How oogenesis analysis combined with DNA barcode can help to elucidate taxonomic ambiguities: a polychaete study-based approach



Integrative taxonomy, “Polychaeta”, oogenesis, histology, COI, cryptic species


Abstract: Polychaetes are common in coastal and estuarine environments worldwide and constitute one of the most complex groups of marine invertebrates. The morpho-physiology of the female reproductive system (FRS) can be understood by using histological tools to describe reproductive cycle and gametogenesis paths and, among other purposes, aiming to identify and differentiate polychaete species. However, this histology-based approach is rarely combined with molecular tools, which is known to accurately delimitate species. In the same way, the description and understanding of oogenesis and vitellogenesis paths within polychaetes are lacking for most families, narrowing the range of its utility. Therefore, the present study aims to describe the oogenesis in three polychaete species common and abundant on the South American Atlantic coast (Laeonereis culveri, Scolelepis goodbodyi and Capitella biota) and investigate the utility of reproductive features and gametogenesis as a relevant associate knowledge to discriminate species, particularly useful for putative cryptic species, integrated with morphological and molecular data. In a first attempt, the results obtained herein allow the authors to describe two new subtypes of oogenesis, dividing it in extraovarian oogenesis type I and II and intraovarian type I and II. The results also demonstrate that the following histological characters of the FRS can be relevant for the separation of related species: a) oogenesis type, b) occurrence or absence of a true ovary, c) ovary tissue organization, d) type of accessory cells present, and e) oocyte morphology. Additionally, these histological features of FRS, when compared with correlated species studied under this scope, converge with the genetic data. The analysis of cytochrome oxidase I (COI) barcode sequences differentiates between North and South American Atlantic populations of L. culveri (16.78% genetic distance), while in S. goodbodyi and C. biota it discriminates them from their congeneric species. These results highlight the importance of multi-tool approach and shows that both FRS histology and histo-physiology, and DNA barcoding can be used to identify and discriminate cryptic species, which is usually not possible when using morphological characters. Besides, these characters may also be useful in differentiating related species, and/or geographically distinct populations among polychaetes.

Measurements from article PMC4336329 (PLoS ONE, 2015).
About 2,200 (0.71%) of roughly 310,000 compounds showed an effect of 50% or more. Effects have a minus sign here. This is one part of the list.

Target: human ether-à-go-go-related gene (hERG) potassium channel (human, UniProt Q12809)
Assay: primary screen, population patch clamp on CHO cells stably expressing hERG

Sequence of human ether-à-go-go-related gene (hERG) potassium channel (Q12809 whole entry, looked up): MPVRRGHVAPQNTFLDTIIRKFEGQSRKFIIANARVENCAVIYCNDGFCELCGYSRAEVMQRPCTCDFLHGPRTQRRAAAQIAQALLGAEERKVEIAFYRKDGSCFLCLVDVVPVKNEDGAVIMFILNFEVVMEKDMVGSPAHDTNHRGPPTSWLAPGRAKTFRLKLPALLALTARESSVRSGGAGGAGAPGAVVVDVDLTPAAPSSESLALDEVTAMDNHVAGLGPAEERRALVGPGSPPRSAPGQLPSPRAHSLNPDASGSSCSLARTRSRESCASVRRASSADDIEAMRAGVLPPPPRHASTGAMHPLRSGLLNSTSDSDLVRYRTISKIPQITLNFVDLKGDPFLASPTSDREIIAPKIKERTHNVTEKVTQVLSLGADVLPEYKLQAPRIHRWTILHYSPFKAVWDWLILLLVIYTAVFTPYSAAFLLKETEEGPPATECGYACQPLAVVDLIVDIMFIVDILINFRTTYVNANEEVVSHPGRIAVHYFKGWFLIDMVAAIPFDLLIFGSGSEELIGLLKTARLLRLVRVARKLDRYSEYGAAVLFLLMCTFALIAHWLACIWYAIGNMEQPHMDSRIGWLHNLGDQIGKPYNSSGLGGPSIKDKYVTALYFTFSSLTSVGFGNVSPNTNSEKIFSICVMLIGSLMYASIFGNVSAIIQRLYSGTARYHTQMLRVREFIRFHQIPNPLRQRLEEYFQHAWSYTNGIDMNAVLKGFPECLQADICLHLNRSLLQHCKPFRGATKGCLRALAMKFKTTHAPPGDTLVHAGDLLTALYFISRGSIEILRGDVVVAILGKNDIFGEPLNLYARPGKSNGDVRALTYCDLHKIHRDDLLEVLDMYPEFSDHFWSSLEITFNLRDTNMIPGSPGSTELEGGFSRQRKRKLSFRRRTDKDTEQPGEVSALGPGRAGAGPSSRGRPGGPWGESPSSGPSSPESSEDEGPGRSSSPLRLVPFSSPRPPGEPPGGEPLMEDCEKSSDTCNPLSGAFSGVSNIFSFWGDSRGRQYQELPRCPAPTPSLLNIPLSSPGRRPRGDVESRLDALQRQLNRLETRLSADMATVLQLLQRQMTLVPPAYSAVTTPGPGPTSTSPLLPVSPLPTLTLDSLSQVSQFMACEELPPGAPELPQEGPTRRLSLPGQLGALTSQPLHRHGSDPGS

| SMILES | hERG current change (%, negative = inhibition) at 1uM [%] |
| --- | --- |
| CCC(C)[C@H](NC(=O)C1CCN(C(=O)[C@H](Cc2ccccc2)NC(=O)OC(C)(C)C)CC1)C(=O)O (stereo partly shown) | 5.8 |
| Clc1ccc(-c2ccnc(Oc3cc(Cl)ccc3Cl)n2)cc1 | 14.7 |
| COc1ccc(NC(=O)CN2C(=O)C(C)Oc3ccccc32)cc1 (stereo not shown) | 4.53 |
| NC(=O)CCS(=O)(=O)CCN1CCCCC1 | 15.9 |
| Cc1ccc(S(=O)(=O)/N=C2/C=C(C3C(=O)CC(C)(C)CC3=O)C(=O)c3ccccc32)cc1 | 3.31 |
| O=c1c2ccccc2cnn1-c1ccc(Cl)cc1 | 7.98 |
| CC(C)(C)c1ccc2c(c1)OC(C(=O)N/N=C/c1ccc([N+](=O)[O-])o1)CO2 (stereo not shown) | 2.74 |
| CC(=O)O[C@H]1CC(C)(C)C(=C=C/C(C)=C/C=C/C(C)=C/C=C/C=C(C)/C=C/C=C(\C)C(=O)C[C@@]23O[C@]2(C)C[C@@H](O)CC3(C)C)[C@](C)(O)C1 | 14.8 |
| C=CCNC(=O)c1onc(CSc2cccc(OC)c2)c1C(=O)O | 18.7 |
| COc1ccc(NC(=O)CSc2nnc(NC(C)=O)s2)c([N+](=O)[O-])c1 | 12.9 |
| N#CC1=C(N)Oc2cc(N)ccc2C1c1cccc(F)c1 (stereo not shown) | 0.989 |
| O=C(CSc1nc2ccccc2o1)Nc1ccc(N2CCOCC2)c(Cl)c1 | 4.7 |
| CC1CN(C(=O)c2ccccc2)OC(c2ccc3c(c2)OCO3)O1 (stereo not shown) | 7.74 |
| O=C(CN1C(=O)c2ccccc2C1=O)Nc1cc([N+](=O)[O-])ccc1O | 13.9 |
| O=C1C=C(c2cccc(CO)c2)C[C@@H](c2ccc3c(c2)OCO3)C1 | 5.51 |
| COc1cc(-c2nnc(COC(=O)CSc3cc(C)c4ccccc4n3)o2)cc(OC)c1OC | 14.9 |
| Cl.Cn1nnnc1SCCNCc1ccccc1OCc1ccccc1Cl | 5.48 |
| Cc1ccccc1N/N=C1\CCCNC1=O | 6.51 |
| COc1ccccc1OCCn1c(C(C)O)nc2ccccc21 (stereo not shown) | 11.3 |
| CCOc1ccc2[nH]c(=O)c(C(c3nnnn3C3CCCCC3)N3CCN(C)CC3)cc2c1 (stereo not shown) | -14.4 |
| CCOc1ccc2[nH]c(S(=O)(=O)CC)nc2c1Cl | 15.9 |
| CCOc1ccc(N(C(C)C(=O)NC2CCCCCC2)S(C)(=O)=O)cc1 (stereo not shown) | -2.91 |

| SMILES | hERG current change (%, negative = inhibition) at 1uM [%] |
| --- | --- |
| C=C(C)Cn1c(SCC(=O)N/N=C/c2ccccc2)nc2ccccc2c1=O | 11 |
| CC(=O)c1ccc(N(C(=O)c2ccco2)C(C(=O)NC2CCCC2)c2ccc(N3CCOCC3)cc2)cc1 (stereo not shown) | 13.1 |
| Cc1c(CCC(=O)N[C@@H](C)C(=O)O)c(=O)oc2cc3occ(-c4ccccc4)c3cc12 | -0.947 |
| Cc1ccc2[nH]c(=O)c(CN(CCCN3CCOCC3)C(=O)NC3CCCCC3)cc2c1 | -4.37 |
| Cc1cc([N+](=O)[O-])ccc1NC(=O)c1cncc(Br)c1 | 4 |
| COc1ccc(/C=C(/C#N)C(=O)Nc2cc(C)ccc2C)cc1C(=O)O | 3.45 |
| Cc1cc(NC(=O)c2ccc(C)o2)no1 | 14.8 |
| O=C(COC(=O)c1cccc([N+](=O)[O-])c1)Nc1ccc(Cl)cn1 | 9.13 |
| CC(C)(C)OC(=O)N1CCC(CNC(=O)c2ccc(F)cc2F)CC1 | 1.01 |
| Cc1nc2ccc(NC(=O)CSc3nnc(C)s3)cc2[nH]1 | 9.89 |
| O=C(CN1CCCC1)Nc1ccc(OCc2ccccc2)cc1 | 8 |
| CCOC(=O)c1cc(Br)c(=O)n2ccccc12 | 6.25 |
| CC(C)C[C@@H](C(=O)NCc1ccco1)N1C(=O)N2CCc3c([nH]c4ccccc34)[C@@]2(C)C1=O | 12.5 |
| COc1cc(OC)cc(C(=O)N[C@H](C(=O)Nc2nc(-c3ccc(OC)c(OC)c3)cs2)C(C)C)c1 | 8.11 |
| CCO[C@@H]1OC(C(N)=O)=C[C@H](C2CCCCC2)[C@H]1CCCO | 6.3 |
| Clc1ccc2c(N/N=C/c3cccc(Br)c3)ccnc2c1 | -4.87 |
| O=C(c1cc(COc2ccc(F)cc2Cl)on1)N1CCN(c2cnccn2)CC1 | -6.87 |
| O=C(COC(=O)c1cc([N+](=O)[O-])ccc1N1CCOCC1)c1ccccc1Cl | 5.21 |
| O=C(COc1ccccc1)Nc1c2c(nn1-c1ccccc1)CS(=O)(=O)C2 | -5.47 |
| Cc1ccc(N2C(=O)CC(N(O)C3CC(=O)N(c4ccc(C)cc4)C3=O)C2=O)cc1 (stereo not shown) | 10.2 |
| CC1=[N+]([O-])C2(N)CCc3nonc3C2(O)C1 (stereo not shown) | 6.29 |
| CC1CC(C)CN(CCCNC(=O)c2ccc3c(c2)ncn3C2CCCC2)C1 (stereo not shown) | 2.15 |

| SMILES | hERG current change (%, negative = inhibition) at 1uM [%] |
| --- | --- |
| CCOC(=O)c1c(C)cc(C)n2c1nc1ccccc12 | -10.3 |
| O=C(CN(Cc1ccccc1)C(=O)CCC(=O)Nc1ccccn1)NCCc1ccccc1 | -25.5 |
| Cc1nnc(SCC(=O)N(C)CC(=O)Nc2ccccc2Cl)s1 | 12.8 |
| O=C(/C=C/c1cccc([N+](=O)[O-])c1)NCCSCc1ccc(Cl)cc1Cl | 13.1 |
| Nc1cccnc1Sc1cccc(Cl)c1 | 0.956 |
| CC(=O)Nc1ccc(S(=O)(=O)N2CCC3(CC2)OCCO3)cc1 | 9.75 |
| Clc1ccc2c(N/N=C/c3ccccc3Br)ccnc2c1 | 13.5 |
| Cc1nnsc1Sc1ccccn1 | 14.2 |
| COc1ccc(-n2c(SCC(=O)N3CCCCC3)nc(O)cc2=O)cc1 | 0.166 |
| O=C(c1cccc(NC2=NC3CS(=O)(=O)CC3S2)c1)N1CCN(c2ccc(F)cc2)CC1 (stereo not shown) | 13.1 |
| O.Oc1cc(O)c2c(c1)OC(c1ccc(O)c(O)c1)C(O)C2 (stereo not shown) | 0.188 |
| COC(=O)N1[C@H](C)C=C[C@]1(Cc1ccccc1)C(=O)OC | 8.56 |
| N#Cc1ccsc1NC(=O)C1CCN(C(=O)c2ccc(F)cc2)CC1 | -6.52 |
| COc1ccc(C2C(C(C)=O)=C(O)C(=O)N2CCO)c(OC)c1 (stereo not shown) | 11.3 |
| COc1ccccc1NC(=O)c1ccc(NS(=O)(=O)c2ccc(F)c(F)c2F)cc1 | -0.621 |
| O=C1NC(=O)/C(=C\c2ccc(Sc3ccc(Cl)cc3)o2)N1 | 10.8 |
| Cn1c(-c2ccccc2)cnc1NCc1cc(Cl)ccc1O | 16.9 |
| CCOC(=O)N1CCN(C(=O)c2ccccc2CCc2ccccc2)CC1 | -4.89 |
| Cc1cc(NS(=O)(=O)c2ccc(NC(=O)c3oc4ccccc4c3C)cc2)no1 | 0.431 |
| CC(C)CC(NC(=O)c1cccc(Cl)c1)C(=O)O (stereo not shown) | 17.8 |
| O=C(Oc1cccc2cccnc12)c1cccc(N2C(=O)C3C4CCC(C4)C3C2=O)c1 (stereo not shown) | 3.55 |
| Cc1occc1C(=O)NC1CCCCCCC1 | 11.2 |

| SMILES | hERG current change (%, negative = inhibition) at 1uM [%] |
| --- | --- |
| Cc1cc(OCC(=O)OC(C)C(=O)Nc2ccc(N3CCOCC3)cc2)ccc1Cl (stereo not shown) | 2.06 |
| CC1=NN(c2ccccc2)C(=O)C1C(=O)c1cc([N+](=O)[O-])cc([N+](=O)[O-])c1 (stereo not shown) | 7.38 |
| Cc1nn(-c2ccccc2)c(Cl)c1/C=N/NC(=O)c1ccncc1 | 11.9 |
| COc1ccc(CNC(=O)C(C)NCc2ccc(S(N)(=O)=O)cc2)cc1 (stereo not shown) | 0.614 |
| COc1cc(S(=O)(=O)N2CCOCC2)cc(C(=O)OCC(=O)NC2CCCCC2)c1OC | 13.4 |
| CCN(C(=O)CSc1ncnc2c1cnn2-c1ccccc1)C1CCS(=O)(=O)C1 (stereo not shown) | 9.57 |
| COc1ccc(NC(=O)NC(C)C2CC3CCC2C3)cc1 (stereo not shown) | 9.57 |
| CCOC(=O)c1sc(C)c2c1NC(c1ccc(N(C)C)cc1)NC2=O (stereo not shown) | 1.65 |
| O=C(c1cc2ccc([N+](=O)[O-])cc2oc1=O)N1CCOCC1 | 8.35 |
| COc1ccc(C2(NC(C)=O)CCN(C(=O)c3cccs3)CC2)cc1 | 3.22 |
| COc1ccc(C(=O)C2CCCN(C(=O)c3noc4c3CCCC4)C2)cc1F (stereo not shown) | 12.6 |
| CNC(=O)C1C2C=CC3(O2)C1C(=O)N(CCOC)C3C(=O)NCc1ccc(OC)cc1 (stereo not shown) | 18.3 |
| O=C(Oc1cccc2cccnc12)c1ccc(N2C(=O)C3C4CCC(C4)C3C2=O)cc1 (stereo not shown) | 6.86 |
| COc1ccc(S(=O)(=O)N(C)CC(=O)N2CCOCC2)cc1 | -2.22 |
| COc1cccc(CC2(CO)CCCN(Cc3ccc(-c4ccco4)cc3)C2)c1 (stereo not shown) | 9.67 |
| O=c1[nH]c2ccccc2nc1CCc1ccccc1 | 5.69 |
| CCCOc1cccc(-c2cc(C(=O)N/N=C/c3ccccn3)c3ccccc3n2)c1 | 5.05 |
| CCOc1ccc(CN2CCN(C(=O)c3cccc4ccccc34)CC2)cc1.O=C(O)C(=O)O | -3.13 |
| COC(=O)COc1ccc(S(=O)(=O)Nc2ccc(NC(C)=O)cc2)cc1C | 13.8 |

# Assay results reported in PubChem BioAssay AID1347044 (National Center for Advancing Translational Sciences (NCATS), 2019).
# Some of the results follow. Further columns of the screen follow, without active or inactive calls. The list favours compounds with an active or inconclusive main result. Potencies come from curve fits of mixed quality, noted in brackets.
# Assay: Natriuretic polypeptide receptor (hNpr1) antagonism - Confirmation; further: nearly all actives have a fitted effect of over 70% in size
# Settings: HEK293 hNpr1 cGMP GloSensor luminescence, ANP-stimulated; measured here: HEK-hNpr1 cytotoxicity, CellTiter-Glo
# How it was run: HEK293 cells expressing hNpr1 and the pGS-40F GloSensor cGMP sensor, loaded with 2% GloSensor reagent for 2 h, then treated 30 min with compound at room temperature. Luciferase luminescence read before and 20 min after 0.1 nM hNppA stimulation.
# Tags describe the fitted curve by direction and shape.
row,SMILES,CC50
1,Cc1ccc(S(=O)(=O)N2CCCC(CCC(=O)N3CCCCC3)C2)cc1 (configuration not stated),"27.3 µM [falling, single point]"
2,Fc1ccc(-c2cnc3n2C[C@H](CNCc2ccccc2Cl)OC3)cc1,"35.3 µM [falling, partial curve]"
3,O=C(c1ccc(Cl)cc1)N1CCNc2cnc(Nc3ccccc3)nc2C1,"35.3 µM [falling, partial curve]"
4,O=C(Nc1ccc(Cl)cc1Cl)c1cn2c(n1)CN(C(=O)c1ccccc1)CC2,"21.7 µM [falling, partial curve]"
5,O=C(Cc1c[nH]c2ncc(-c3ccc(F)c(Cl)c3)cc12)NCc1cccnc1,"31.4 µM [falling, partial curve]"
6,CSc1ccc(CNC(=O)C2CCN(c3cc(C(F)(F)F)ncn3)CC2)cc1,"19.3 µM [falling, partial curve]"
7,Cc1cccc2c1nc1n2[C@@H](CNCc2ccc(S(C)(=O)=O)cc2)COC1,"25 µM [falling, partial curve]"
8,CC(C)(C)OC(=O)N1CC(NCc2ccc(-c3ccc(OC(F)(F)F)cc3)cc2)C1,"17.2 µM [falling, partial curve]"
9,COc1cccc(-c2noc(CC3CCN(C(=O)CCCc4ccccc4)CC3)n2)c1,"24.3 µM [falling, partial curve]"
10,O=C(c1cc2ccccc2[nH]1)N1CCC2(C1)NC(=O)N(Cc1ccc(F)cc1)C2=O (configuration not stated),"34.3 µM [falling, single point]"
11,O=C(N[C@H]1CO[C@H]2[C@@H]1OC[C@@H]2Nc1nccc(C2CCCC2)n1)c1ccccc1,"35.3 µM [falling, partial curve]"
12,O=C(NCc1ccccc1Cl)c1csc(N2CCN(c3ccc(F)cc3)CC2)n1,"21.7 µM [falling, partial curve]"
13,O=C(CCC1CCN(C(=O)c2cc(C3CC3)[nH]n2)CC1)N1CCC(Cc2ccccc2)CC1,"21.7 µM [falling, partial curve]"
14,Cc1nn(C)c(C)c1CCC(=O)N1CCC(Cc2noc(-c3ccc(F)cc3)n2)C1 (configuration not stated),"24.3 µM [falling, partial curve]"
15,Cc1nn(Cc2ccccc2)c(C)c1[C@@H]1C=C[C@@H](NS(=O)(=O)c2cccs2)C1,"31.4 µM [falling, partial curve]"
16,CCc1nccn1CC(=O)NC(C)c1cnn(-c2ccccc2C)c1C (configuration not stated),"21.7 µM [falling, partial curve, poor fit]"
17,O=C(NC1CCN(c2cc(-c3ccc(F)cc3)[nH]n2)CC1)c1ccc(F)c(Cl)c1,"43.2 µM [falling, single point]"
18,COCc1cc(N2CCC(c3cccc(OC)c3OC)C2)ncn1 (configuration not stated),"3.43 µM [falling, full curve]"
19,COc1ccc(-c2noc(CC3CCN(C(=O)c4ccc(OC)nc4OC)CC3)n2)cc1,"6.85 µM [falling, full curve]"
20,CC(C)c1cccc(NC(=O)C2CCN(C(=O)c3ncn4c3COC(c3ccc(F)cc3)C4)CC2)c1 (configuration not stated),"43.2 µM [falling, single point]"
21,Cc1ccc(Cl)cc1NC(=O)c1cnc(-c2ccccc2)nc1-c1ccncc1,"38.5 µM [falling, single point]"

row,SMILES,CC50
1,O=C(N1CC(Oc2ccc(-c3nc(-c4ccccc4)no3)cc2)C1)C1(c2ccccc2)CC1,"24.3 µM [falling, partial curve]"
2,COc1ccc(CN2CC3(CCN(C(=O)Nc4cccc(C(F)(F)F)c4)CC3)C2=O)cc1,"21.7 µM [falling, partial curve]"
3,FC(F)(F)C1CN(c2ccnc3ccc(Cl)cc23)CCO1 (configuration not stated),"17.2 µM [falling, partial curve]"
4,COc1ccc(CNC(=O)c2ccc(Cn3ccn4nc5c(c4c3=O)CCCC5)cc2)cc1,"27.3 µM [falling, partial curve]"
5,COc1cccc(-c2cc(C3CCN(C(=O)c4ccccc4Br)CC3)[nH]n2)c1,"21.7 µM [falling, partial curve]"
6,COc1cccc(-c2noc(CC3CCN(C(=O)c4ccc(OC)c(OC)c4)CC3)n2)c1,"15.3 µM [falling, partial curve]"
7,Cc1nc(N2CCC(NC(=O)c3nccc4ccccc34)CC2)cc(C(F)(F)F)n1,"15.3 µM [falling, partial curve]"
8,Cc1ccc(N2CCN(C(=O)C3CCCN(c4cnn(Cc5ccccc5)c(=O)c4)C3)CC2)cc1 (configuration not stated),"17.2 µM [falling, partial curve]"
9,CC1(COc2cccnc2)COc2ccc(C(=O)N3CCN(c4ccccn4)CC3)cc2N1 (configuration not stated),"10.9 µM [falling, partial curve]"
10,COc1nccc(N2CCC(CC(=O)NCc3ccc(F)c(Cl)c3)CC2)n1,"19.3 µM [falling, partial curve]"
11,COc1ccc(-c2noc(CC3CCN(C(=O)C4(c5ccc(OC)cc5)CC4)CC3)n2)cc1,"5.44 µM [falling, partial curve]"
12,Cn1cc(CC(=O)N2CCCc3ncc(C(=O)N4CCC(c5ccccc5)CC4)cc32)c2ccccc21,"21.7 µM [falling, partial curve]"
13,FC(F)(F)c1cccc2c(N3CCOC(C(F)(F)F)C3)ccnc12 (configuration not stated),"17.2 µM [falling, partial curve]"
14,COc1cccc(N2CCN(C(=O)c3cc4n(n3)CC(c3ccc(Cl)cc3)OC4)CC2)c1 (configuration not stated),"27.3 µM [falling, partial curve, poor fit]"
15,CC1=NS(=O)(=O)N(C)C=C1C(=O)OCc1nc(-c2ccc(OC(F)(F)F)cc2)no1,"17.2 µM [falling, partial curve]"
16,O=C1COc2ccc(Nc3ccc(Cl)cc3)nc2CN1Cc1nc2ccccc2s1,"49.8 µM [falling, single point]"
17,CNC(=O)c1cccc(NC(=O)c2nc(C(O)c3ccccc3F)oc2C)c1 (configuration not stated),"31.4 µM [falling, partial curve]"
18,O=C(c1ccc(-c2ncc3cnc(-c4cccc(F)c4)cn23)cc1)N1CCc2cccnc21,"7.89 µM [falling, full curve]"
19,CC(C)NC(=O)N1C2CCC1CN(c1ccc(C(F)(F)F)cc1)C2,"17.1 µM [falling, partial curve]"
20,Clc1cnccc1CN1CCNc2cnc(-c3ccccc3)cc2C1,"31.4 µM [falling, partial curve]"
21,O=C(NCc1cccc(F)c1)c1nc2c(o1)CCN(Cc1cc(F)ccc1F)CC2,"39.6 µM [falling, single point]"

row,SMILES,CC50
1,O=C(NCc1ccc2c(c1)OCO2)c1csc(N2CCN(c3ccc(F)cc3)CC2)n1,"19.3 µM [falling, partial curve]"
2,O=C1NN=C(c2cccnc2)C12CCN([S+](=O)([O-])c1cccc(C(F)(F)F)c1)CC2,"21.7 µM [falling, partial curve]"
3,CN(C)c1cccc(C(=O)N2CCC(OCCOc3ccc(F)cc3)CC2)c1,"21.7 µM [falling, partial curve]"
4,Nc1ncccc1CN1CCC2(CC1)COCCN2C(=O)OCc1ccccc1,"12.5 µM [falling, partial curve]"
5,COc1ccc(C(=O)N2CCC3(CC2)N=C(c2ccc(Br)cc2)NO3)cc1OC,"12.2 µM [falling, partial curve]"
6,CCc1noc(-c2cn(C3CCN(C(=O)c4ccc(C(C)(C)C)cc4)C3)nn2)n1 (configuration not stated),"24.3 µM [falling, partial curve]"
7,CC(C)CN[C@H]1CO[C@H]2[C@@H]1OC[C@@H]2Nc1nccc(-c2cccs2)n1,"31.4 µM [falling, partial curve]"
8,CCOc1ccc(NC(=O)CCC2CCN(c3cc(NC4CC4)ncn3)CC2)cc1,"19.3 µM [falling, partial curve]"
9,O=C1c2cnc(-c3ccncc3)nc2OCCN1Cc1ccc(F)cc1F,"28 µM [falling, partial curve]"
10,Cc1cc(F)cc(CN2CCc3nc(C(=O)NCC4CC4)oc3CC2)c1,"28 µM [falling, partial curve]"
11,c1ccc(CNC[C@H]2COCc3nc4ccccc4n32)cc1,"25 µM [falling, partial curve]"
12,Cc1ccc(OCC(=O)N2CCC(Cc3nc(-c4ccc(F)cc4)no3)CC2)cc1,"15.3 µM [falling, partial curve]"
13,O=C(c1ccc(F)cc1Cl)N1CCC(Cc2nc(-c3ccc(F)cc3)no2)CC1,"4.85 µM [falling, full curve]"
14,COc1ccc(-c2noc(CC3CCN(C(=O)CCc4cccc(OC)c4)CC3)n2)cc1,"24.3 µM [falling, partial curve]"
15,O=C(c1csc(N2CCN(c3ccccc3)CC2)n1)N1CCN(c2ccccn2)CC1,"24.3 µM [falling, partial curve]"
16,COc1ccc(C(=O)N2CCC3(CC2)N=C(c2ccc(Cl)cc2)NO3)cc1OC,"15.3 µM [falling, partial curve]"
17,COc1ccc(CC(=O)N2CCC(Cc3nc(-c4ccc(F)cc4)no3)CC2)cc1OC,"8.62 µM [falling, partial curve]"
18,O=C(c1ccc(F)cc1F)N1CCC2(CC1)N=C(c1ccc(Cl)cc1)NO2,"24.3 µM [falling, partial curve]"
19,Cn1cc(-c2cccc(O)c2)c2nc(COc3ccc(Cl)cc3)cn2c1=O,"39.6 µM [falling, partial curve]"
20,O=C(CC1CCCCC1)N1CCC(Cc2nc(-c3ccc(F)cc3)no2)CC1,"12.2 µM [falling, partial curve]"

How to Cite

Sampieri, B. R., Steiner, T. M., Baroni, P. C., Silva, C. F. da, Teixeira, M. A. L., Vieira, P. E., Costa, F. O., & Amaral, A. C. Z. (2020). How oogenesis analysis combined with DNA barcode can help to elucidate taxonomic ambiguities: a polychaete study-based approach. Biota Neotropica, 20(3). Retrieved from